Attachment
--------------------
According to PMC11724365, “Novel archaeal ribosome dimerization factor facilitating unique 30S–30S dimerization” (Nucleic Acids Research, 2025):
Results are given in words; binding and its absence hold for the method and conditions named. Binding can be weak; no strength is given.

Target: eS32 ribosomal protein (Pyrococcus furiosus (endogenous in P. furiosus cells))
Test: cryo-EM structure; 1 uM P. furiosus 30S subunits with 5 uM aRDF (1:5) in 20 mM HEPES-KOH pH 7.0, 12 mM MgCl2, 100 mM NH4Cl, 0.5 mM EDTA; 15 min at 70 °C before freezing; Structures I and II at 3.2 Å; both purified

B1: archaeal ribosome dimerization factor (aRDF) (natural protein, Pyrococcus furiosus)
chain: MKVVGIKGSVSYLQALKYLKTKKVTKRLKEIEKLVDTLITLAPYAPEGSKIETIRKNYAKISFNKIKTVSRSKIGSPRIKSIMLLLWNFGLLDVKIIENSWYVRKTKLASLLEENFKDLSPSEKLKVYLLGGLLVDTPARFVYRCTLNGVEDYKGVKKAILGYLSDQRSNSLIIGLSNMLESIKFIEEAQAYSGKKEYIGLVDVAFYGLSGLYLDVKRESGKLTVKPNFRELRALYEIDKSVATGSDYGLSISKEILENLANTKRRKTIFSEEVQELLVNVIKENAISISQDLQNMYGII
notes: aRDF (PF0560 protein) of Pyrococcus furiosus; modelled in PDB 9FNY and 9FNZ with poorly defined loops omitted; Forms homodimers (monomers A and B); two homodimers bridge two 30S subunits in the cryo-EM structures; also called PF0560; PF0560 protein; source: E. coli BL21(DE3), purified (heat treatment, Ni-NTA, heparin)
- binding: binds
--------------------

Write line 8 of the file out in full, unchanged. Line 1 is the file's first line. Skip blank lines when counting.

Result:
- binding: binds